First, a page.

This month’s (or rather, last month’s) writing challenge from Leslie was this:
And this is what I wrote…
The thing with doors and indeed, opening one you haven’t opened before, is to let go of all expectations. You never know where one will lead and that is the whole point: you can explore a whole new reality.
Or fantasy for that matter.
That was what I had discovered when my great uncle, Louie, died, leaving me the sole heir of his entire estate. For a 17-year-old girl who was not yet technically ‘legal’ by law, it was unimaginable. It was certainly unimaginable to the lawyer who deemed that my uncle had decided to re-write the country’s laws concerning minors and deceased properties. Yes, my uncle was a man of high esteem and someone who had the power to do such things.
I know I wasn’t in any way prepared for what was to follow.
Due to the nature of the event (not just my great uncle’s death, but the whole law incident), I was plucked from obscurity as an unknown and plunged into the world of high society. I was suddenly expected to know how to behave in the company of dukes and duchesses and my wardrobe went from being limited to one or two frocks to dresses of the finest quality, handmade to fit me perfectly. All of that made me very uncomfortable.
It was around that time that I moved into the manor and found myself the only occupant in a house that was far too big for just one person. I felt as though I was rattling around like a pebble in a large man’s shoe. I spent my days wandering the corridors, exploring each room that I came upon. No door was locked and most rooms were empty bar a few odd pieces of furniture.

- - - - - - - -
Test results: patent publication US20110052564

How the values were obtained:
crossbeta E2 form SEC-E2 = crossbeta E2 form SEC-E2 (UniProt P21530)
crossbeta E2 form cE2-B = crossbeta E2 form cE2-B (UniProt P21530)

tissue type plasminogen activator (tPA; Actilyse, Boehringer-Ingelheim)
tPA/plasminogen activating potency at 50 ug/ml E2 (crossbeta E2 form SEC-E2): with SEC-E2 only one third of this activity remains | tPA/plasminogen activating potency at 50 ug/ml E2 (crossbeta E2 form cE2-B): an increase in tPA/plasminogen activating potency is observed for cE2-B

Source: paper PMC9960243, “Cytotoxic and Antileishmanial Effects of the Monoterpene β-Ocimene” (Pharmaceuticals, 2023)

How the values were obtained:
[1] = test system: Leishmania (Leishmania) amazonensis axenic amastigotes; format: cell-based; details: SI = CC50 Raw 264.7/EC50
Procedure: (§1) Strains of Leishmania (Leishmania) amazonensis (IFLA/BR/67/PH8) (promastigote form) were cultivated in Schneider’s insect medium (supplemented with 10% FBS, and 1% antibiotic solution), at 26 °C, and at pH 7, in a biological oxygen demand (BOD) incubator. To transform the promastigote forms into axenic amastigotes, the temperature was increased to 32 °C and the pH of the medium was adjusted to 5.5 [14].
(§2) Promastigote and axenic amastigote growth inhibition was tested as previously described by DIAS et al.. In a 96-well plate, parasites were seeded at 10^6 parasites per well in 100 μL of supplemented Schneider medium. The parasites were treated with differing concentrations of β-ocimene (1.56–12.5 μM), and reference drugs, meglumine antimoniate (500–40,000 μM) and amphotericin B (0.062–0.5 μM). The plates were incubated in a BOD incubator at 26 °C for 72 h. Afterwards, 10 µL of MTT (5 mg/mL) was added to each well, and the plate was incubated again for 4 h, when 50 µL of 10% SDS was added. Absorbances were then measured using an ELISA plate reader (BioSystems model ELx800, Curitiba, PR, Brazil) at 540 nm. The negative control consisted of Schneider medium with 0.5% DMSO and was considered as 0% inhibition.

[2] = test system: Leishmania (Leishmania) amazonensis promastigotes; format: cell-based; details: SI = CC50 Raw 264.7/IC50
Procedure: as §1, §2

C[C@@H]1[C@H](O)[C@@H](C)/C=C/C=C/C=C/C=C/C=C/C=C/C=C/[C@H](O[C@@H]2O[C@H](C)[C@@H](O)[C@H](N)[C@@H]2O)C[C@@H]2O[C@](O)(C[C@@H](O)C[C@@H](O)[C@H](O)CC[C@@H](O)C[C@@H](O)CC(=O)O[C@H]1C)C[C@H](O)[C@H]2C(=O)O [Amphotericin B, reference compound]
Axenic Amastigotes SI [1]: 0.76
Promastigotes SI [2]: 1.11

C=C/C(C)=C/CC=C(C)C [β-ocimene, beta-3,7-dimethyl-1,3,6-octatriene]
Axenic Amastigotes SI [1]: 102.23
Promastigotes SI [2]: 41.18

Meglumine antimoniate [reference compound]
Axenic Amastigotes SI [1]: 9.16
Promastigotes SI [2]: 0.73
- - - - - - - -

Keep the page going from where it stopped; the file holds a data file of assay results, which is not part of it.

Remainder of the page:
That was, until I found Room 362.
From the outside it looked just like any other room. It had the same wooden door with the same shaped handle as all the other rooms in the house. But, when I went to turn it, I met with resistance.
It was locked.
I had frowned in puzzlement and found that I was surprisingly curious as to what was behind that door. I felt that once it was unlocked my entire life was going to change. At that moment a guest had arrived and I had had to abandon my quest for the day, but my mind continued to drift back to Room 362 and how I was going to get inside.
For the next few days I was kept busy entertaining prominent members of my great uncle’s various business ventures so I didn’t have much time to myself. I did manage, however, to discover a key that didn’t fit any other lock in the house that I knew of. The uncertainty of not knowing was nearly driving me insane, yet I managed to remain composed, at least on the outside. No one suspected a thing.
When finally everybody had left, I had extracted the key from my pocket where I’d been keeping it safe and made my way up to the third floor. I hesitated for a moment outside the room, unsure of whether I really wanted to make the next move and discover if the key did indeed fit. What happened if it didn’t? Would I be disappointed? Would I decide to give up? I couldn’t see that happening, but I wasn’t entirely sure. I was both anxious to know and scared to take the next step. I looked down at the key in my hand and stepped forward with some trepidation. My right hand was shaking as I held it out and I couldn’t insert it into the lock without using my left hand to steady it. I took a deep breath and turned it in the hole. It made a loud click that echoed in the corridor and I knew then, I had unlocked it.
I withdrew the key, placed it in my pocket again and grasped the handle firmly. Turning it to the right, I pushed and the door swung over.
What I saw, I knew I would never see again.